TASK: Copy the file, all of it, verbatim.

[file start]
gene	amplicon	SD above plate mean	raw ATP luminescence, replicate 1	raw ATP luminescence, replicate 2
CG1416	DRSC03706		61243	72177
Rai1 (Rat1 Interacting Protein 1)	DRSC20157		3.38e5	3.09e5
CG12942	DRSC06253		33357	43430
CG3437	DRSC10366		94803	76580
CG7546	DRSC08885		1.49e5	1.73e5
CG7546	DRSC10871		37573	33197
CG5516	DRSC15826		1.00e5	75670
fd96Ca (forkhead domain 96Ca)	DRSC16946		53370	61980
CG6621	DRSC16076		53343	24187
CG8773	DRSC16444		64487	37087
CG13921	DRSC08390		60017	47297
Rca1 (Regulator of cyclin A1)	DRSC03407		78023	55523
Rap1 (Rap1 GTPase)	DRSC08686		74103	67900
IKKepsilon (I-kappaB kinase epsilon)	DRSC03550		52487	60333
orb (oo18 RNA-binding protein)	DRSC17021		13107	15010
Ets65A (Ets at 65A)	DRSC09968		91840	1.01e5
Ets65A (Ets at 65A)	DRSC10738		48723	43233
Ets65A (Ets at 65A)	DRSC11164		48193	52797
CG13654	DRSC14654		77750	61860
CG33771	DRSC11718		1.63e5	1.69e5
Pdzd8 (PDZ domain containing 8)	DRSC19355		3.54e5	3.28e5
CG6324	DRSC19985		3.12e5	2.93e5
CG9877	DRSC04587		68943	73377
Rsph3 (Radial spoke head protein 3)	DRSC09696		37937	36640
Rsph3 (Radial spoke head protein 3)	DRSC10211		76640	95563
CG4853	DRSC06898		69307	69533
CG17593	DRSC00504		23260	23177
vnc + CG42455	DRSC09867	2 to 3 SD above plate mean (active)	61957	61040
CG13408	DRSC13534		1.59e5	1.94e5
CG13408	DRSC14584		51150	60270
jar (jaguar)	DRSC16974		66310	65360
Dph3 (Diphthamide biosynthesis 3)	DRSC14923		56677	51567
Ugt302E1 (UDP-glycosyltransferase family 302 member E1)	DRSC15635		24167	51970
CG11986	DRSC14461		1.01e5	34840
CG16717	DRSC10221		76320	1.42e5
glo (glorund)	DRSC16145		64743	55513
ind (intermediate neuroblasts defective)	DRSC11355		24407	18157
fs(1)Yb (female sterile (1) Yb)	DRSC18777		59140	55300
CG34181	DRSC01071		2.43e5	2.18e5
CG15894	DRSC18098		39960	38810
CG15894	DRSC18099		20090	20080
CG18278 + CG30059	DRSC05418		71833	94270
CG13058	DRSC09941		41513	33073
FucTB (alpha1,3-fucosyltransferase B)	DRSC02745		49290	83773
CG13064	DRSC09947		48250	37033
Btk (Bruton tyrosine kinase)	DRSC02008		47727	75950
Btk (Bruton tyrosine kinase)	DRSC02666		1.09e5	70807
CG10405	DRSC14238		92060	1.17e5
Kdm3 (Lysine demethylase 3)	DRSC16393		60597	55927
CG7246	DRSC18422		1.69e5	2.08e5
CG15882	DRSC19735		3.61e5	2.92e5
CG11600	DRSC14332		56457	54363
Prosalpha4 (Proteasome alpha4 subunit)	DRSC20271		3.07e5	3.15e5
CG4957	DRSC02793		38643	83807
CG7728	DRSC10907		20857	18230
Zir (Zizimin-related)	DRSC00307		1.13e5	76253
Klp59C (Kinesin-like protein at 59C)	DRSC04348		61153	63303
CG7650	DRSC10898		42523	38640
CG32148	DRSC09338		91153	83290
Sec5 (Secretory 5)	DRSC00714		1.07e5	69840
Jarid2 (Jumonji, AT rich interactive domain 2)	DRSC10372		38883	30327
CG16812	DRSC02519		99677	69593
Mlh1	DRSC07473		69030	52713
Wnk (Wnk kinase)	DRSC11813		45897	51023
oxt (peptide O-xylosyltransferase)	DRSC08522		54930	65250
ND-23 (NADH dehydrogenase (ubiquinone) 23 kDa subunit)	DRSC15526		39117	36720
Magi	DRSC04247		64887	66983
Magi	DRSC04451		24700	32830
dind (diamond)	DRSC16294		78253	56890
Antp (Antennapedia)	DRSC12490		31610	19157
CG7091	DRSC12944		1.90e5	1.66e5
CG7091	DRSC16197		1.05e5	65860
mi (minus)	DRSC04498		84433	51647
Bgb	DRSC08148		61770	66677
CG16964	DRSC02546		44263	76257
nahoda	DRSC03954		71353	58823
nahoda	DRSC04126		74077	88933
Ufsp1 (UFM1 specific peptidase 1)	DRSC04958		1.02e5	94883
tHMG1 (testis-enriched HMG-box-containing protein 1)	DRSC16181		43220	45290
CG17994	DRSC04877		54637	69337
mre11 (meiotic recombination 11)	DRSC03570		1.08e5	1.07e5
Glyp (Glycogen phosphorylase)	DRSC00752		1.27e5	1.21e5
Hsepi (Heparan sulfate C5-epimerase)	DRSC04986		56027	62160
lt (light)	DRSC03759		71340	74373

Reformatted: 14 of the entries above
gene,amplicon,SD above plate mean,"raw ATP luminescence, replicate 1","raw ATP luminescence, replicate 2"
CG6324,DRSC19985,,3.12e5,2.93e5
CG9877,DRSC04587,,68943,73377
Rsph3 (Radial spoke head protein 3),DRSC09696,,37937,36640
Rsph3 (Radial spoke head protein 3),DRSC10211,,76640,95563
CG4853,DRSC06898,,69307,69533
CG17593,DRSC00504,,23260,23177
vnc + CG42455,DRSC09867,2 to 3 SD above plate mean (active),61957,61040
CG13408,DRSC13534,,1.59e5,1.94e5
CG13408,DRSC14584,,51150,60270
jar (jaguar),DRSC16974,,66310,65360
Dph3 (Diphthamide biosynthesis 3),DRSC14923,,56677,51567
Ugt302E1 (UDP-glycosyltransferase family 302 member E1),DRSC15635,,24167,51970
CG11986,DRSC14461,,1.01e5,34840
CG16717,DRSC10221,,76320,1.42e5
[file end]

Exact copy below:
gene	amplicon	SD above plate mean	raw ATP luminescence, replicate 1	raw ATP luminescence, replicate 2
CG1416	DRSC03706		61243	72177
Rai1 (Rat1 Interacting Protein 1)	DRSC20157		3.38e5	3.09e5
CG12942	DRSC06253		33357	43430
CG3437	DRSC10366		94803	76580
CG7546	DRSC08885		1.49e5	1.73e5
CG7546	DRSC10871		37573	33197
CG5516	DRSC15826		1.00e5	75670
fd96Ca (forkhead domain 96Ca)	DRSC16946		53370	61980
CG6621	DRSC16076		53343	24187
CG8773	DRSC16444		64487	37087
CG13921	DRSC08390		60017	47297
Rca1 (Regulator of cyclin A1)	DRSC03407		78023	55523
Rap1 (Rap1 GTPase)	DRSC08686		74103	67900
IKKepsilon (I-kappaB kinase epsilon)	DRSC03550		52487	60333
orb (oo18 RNA-binding protein)	DRSC17021		13107	15010
Ets65A (Ets at 65A)	DRSC09968		91840	1.01e5
Ets65A (Ets at 65A)	DRSC10738		48723	43233
Ets65A (Ets at 65A)	DRSC11164		48193	52797
CG13654	DRSC14654		77750	61860
CG33771	DRSC11718		1.63e5	1.69e5
Pdzd8 (PDZ domain containing 8)	DRSC19355		3.54e5	3.28e5
CG6324	DRSC19985		3.12e5	2.93e5
CG9877	DRSC04587		68943	73377
Rsph3 (Radial spoke head protein 3)	DRSC09696		37937	36640
Rsph3 (Radial spoke head protein 3)	DRSC10211		76640	95563
CG4853	DRSC06898		69307	69533
CG17593	DRSC00504		23260	23177
vnc + CG42455	DRSC09867	2 to 3 SD above plate mean (active)	61957	61040
CG13408	DRSC13534		1.59e5	1.94e5
CG13408	DRSC14584		51150	60270
jar (jaguar)	DRSC16974		66310	65360
Dph3 (Diphthamide biosynthesis 3)	DRSC14923		56677	51567
Ugt302E1 (UDP-glycosyltransferase family 302 member E1)	DRSC15635		24167	51970
CG11986	DRSC14461		1.01e5	34840
CG16717	DRSC10221		76320	1.42e5
glo (glorund)	DRSC16145		64743	55513
ind (intermediate neuroblasts defective)	DRSC11355		24407	18157
fs(1)Yb (female sterile (1) Yb)	DRSC18777		59140	55300
CG34181	DRSC01071		2.43e5	2.18e5
CG15894	DRSC18098		39960	38810
CG15894	DRSC18099		20090	20080
CG18278 + CG30059	DRSC05418		71833	94270
CG13058	DRSC09941		41513	33073
FucTB (alpha1,3-fucosyltransferase B)	DRSC02745		49290	83773
CG13064	DRSC09947		48250	37033
Btk (Bruton tyrosine kinase)	DRSC02008		47727	75950
Btk (Bruton tyrosine kinase)	DRSC02666		1.09e5	70807
CG10405	DRSC14238		92060	1.17e5
Kdm3 (Lysine demethylase 3)	DRSC16393		60597	55927
CG7246	DRSC18422		1.69e5	2.08e5
CG15882	DRSC19735		3.61e5	2.92e5
CG11600	DRSC14332		56457	54363
Prosalpha4 (Proteasome alpha4 subunit)	DRSC20271		3.07e5	3.15e5
CG4957	DRSC02793		38643	83807
CG7728	DRSC10907		20857	18230
Zir (Zizimin-related)	DRSC00307		1.13e5	76253
Klp59C (Kinesin-like protein at 59C)	DRSC04348		61153	63303
CG7650	DRSC10898		42523	38640
CG32148	DRSC09338		91153	83290
Sec5 (Secretory 5)	DRSC00714		1.07e5	69840
Jarid2 (Jumonji, AT rich interactive domain 2)	DRSC10372		38883	30327
CG16812	DRSC02519		99677	69593
Mlh1	DRSC07473		69030	52713
Wnk (Wnk kinase)	DRSC11813		45897	51023
oxt (peptide O-xylosyltransferase)	DRSC08522		54930	65250
ND-23 (NADH dehydrogenase (ubiquinone) 23 kDa subunit)	DRSC15526		39117	36720
Magi	DRSC04247		64887	66983
Magi	DRSC04451		24700	32830
dind (diamond)	DRSC16294		78253	56890
Antp (Antennapedia)	DRSC12490		31610	19157
CG7091	DRSC12944		1.90e5	1.66e5
CG7091	DRSC16197		1.05e5	65860
mi (minus)	DRSC04498		84433	51647
Bgb	DRSC08148		61770	66677
CG16964	DRSC02546		44263	76257
nahoda	DRSC03954		71353	58823
nahoda	DRSC04126		74077	88933
Ufsp1 (UFM1 specific peptidase 1)	DRSC04958		1.02e5	94883
tHMG1 (testis-enriched HMG-box-containing protein 1)	DRSC16181		43220	45290
CG17994	DRSC04877		54637	69337
mre11 (meiotic recombination 11)	DRSC03570		1.08e5	1.07e5
Glyp (Glycogen phosphorylase)	DRSC00752		1.27e5	1.21e5
Hsepi (Heparan sulfate C5-epimerase)	DRSC04986		56027	62160
lt (light)	DRSC03759		71340	74373

Reformatted: 14 of the entries above
gene,amplicon,SD above plate mean,"raw ATP luminescence, replicate 1","raw ATP luminescence, replicate 2"
CG6324,DRSC19985,,3.12e5,2.93e5
CG9877,DRSC04587,,68943,73377
Rsph3 (Radial spoke head protein 3),DRSC09696,,37937,36640
Rsph3 (Radial spoke head protein 3),DRSC10211,,76640,95563
CG4853,DRSC06898,,69307,69533
CG17593,DRSC00504,,23260,23177
vnc + CG42455,DRSC09867,2 to 3 SD above plate mean (active),61957,61040
CG13408,DRSC13534,,1.59e5,1.94e5
CG13408,DRSC14584,,51150,60270
jar (jaguar),DRSC16974,,66310,65360
Dph3 (Diphthamide biosynthesis 3),DRSC14923,,56677,51567
Ugt302E1 (UDP-glycosyltransferase family 302 member E1),DRSC15635,,24167,51970
CG11986,DRSC14461,,1.01e5,34840
CG16717,DRSC10221,,76320,1.42e5